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 LAST UPDATE  2/23/21

The White Sybil by Clark Ashton Smith, Wildside, 2005  

This is a collection of some of the lesser known work of Smith, including a couple of prose poems that have no plot. About half the book is fantasy, and all but one of these stories have appeared in other collections. The exception is “The Ghost of Mohammed Din,” which is a traditional ghost story, although set in India. Several of the otherwise uncollected stories are also set in India, and none of them have any fantastic content. They mostly involve murder, treachery, and adventure. One short piece, “Something New,” is one of the most sexist short stories I have ever read. 2/23/21

Zothique by Clark Ashton Smith, Ballantine, 1970 

A series of loosely related stories set under a dying sun in a far future Earth where magic has returned. Although these stories doubtless influenced other writers like Jack Vance, I found that reading them over the course of the day made them feel repetitive and in some cases there was really not much of a plot. Smith’s strength was his depiction of strange settings and bizarre events, often using colorful language, but story telling was less important to him. The best story in the collection is “The Dark Eidolon.”  I am more convinced than ever that Smith should be read in small doses. 2/6/21

Xiccarph by Clark Ashton Smith, Ballantine, 1972 

The best stories in this varied collection are the three set on Mars, most notably “The Vaults of Yoh-Vombis,” which involves parasitic creatures entombed in an abandoned city. The others include dying planets, worlds ruled by malevolent flowers, an entire star system run by a sorcerer who turns women into statues and men into apes. Generally speaking these are a bit more conventional in prose and plotting than the more typical Smith stories. 1/31/21

Poseidonis by Clark Ashton Smith, Ballantine, 1973   

The first third of this collection consists of stories relating to Atlantis, or rather the surviving remnant known as Poseidonis. The others have random locations including Asia, Lemuria, and the South Pacific. “The Double Shadow,” “The Last Incantation,” and “A Vintage from Atlantis” are probably the best known, but “An Offering to the Moon” was the one I liked best. Included are some poems and prose-poems, and some commentary by Lin Carter. Smith does not age quite as well as I had expected but he is still readable. 1/25/21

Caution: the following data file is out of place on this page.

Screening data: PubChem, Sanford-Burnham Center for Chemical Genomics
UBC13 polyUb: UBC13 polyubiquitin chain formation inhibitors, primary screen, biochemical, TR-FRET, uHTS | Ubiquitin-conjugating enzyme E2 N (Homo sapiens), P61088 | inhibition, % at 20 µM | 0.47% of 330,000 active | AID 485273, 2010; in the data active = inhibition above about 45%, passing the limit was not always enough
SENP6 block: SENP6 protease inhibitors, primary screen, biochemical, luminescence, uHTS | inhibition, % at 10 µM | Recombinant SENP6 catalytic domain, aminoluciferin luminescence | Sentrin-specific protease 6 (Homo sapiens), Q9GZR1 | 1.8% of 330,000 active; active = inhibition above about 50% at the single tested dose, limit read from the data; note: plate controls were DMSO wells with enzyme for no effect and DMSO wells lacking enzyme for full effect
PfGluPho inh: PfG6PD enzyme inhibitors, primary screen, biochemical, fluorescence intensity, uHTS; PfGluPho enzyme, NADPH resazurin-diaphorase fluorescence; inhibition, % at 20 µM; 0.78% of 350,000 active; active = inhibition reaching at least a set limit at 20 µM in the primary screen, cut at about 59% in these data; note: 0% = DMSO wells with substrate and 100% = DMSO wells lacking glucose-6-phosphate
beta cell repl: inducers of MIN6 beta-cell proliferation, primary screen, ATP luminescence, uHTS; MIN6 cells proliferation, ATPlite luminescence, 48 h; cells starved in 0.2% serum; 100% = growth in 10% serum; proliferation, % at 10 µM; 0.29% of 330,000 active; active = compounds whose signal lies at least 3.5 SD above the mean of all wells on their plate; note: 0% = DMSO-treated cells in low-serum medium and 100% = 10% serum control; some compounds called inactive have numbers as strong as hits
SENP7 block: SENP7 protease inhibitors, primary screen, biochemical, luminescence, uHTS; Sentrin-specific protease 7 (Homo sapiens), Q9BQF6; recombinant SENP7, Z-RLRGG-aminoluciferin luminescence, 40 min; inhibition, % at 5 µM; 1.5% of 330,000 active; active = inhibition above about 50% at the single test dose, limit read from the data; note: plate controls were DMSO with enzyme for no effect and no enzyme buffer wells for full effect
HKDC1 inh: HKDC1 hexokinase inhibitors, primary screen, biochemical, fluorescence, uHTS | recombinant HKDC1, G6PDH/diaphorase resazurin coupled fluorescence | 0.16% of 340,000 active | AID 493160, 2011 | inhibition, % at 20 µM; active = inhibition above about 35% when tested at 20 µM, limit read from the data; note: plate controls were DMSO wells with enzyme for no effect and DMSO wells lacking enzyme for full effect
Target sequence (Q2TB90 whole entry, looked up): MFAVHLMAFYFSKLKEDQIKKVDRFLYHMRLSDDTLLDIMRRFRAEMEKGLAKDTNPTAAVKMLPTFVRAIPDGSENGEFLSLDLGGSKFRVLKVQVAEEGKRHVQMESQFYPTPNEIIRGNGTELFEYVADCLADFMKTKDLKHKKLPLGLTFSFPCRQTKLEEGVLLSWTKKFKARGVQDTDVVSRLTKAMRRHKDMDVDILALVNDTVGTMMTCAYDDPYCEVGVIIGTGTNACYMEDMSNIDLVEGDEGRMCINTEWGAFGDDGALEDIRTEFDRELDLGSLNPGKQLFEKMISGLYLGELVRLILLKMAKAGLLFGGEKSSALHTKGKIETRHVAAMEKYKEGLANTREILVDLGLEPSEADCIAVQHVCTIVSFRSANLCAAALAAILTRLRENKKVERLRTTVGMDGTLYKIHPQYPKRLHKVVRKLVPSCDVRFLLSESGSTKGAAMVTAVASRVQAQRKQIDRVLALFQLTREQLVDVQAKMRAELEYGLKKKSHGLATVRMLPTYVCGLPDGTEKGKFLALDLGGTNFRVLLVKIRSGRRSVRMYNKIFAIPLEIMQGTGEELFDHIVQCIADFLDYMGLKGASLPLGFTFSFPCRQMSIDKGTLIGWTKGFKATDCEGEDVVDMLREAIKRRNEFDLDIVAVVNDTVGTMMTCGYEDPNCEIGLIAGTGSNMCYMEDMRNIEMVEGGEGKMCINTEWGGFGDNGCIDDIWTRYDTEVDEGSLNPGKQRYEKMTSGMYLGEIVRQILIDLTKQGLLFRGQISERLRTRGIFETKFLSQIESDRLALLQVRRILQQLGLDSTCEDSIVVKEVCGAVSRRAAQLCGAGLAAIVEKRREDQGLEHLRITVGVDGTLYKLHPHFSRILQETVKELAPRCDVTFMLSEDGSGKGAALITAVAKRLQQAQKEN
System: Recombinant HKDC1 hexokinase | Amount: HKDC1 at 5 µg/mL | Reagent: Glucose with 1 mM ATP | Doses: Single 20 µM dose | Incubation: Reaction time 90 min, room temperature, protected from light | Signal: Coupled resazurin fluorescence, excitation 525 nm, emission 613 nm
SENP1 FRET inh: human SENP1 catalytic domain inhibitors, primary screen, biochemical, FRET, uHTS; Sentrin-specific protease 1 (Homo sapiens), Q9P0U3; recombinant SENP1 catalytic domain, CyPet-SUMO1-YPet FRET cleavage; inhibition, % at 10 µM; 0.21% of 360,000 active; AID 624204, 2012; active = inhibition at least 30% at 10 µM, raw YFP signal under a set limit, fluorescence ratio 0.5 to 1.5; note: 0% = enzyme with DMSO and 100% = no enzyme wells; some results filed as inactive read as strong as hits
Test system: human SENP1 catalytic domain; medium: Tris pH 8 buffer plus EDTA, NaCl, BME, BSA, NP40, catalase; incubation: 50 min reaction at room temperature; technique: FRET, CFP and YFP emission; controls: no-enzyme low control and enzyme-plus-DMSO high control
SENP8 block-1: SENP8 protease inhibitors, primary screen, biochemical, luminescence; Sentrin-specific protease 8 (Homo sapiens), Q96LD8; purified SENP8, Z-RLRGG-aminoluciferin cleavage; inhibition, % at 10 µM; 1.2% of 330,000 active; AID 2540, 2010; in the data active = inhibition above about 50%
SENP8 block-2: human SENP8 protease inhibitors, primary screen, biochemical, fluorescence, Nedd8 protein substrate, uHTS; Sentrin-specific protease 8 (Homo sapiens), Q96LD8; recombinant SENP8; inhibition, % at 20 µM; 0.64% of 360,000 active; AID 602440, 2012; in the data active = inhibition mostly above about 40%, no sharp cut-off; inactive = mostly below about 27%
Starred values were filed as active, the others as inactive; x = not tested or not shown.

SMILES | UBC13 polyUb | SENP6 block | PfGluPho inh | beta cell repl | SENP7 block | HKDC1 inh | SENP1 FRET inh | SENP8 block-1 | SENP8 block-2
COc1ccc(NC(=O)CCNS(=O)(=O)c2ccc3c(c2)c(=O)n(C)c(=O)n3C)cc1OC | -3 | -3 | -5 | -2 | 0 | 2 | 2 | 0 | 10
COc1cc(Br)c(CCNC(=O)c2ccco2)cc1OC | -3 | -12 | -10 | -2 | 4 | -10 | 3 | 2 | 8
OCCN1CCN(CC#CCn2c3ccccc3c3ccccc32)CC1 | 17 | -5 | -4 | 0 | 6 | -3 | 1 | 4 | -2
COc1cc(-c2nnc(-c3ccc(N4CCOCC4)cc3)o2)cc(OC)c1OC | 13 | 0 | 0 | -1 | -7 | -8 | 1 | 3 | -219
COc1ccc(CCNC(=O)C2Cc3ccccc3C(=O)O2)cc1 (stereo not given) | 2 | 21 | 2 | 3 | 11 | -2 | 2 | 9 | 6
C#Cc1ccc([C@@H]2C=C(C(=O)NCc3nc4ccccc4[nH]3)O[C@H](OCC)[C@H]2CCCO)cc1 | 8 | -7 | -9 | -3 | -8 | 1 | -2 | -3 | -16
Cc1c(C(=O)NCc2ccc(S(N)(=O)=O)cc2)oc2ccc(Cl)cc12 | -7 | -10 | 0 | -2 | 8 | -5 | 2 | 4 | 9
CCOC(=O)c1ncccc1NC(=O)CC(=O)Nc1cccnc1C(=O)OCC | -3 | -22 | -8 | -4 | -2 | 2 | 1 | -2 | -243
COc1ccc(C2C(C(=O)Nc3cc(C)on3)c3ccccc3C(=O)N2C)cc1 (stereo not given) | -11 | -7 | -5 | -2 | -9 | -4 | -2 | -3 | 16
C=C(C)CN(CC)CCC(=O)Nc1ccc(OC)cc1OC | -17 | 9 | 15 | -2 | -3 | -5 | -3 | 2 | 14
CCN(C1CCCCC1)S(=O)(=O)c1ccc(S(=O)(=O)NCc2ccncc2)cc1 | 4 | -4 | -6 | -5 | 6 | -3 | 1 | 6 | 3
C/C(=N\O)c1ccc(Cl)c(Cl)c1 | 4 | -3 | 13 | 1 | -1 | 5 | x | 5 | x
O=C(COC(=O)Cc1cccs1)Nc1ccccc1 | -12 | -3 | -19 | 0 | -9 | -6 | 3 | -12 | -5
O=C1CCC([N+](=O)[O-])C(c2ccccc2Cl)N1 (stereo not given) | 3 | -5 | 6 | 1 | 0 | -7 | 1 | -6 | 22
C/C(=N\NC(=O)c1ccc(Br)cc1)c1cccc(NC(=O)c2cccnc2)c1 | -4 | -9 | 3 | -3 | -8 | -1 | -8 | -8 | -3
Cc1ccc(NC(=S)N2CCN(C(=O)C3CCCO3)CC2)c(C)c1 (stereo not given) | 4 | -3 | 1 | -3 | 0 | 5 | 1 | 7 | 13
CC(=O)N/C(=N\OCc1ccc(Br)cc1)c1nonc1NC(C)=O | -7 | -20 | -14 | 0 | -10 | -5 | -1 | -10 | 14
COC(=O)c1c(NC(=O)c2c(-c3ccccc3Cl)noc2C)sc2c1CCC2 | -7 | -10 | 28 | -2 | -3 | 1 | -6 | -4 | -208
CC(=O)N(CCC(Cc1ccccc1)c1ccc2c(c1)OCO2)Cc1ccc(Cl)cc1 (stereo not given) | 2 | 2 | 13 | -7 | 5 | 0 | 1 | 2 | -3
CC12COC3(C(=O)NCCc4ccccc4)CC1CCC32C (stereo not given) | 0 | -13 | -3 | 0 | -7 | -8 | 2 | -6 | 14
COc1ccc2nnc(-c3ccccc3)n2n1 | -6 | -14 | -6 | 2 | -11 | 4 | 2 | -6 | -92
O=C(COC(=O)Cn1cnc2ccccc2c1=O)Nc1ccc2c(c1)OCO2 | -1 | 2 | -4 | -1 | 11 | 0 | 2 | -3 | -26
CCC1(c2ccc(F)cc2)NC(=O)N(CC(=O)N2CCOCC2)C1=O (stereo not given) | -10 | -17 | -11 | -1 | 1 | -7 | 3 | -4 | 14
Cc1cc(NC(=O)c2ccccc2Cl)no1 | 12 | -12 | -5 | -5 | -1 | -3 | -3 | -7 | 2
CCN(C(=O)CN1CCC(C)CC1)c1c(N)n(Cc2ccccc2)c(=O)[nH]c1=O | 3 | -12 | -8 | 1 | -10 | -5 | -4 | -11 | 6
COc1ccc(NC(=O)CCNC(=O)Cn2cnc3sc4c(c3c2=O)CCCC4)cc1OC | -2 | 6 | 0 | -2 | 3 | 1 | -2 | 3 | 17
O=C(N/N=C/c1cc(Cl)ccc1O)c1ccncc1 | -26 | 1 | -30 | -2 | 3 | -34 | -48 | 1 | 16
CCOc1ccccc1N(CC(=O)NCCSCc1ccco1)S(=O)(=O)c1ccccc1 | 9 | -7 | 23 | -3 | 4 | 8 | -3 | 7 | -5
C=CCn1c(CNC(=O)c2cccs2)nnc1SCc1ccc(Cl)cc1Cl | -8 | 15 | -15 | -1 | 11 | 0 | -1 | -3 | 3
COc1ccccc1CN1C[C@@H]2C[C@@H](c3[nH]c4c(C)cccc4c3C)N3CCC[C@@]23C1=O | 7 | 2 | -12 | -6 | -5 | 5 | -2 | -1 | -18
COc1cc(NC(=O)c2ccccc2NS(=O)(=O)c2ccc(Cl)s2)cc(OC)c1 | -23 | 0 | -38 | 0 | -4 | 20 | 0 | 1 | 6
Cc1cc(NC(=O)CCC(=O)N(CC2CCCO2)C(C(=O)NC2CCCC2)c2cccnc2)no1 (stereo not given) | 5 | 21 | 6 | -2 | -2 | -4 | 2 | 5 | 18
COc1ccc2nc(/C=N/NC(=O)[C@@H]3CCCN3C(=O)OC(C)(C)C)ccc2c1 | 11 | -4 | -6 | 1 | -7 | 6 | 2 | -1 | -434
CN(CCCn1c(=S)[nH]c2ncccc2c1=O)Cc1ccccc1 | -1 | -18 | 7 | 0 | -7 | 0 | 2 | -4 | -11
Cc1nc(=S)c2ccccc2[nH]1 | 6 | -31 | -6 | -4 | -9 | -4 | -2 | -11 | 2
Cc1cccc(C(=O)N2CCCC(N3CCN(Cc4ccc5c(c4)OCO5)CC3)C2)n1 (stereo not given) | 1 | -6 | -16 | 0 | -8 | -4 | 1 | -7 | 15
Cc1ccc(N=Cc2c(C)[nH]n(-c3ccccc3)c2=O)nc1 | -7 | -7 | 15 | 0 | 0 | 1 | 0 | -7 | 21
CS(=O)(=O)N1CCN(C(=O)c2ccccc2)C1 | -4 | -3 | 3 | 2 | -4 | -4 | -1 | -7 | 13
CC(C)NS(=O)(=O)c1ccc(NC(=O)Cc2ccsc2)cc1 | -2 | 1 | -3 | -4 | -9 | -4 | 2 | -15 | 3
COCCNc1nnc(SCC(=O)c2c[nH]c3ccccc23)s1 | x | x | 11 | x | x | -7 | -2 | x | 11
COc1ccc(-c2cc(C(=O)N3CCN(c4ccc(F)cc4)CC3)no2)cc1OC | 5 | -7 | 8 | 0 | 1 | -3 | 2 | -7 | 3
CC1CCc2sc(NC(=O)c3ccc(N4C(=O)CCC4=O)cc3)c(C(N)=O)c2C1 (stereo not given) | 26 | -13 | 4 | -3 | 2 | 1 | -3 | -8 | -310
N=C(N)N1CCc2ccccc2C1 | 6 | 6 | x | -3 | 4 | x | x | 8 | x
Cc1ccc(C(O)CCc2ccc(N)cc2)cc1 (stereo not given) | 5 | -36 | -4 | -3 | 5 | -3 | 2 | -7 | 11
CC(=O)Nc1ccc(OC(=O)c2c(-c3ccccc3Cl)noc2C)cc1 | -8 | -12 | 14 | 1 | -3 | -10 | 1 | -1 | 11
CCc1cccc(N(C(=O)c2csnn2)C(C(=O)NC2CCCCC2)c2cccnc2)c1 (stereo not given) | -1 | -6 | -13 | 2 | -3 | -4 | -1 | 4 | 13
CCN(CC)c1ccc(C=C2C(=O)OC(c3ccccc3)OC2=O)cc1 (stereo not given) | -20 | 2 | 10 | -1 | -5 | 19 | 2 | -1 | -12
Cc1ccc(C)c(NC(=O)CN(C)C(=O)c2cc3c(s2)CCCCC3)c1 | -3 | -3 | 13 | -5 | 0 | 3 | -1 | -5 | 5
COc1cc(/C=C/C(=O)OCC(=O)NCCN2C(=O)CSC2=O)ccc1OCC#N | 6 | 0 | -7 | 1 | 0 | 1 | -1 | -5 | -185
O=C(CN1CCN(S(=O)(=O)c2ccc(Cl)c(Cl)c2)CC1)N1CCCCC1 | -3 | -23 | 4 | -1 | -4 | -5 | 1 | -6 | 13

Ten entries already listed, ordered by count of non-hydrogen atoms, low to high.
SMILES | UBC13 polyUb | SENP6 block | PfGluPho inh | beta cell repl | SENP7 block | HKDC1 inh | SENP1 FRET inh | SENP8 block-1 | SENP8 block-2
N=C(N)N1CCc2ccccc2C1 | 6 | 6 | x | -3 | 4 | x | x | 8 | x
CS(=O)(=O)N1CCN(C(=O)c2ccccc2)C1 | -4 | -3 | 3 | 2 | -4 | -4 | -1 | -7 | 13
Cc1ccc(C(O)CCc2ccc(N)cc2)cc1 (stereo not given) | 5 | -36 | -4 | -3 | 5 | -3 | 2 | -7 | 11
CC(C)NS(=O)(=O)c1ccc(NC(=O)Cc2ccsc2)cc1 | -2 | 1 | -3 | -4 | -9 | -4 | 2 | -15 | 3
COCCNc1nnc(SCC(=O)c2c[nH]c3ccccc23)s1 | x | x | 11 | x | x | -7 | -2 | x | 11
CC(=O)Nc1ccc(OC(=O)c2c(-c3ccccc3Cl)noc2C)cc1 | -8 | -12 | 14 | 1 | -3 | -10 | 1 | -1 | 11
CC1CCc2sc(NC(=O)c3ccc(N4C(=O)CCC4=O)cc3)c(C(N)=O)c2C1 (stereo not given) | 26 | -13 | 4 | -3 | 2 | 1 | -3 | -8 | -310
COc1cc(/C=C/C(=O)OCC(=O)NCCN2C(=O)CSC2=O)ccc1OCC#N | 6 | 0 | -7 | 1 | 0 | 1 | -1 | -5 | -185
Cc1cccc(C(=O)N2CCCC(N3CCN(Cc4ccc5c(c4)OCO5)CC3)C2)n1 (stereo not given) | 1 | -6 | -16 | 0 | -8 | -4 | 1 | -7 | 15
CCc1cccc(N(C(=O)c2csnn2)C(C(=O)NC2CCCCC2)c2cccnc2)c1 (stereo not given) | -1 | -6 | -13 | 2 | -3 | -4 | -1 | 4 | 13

Hyperborea by Clark Ashton Smith, Ballantine, 1971 

This collects all of the author’s stories of Hyperborea, which are unrelated except for the common setting, and the four stories from the World’s Rim series. Some of his most famous and best work is included, like “The Testament of Athammous,” “Ubbo-Sathla,” and “The Abominations of Yondo.” The stories are filled with strange, inhuman gods and a variety of monsters that are of more mortal nature. There are wizards and soldiers and executioners and moneylenders as protagonists, all resident of a lost continent where dinosaurs, saber toothed tigers, and horrid crossbreeds all live. Most of the stories do not turn out well for their protagonists. Smith used an ornate poetic style and a depth of physical description that is no longer popular. 1/8/21

Magic for Liars by Sarah Gailey, Tor, 2019 

Mixing a detective story with fantasy is kind of tricky, since magic contradicts the rational world and mysteries are generally solved rationally. That hasn’t stopped people from doing it, and sometimes doing it well. This contemporary fantasy does it well. The private investigator is hired to investigate a gruesome murder at the school for magicians where her sister works as an instructor. Ivy isn’t all that fond of magic, and the crime is months old before she even learns about it, buy she’s game and competent and works her way through an intriguing and entertaining mystery in an interesting setting. I suppose this is technically an urban fantasy but that label has become meaningless. 1/2/21

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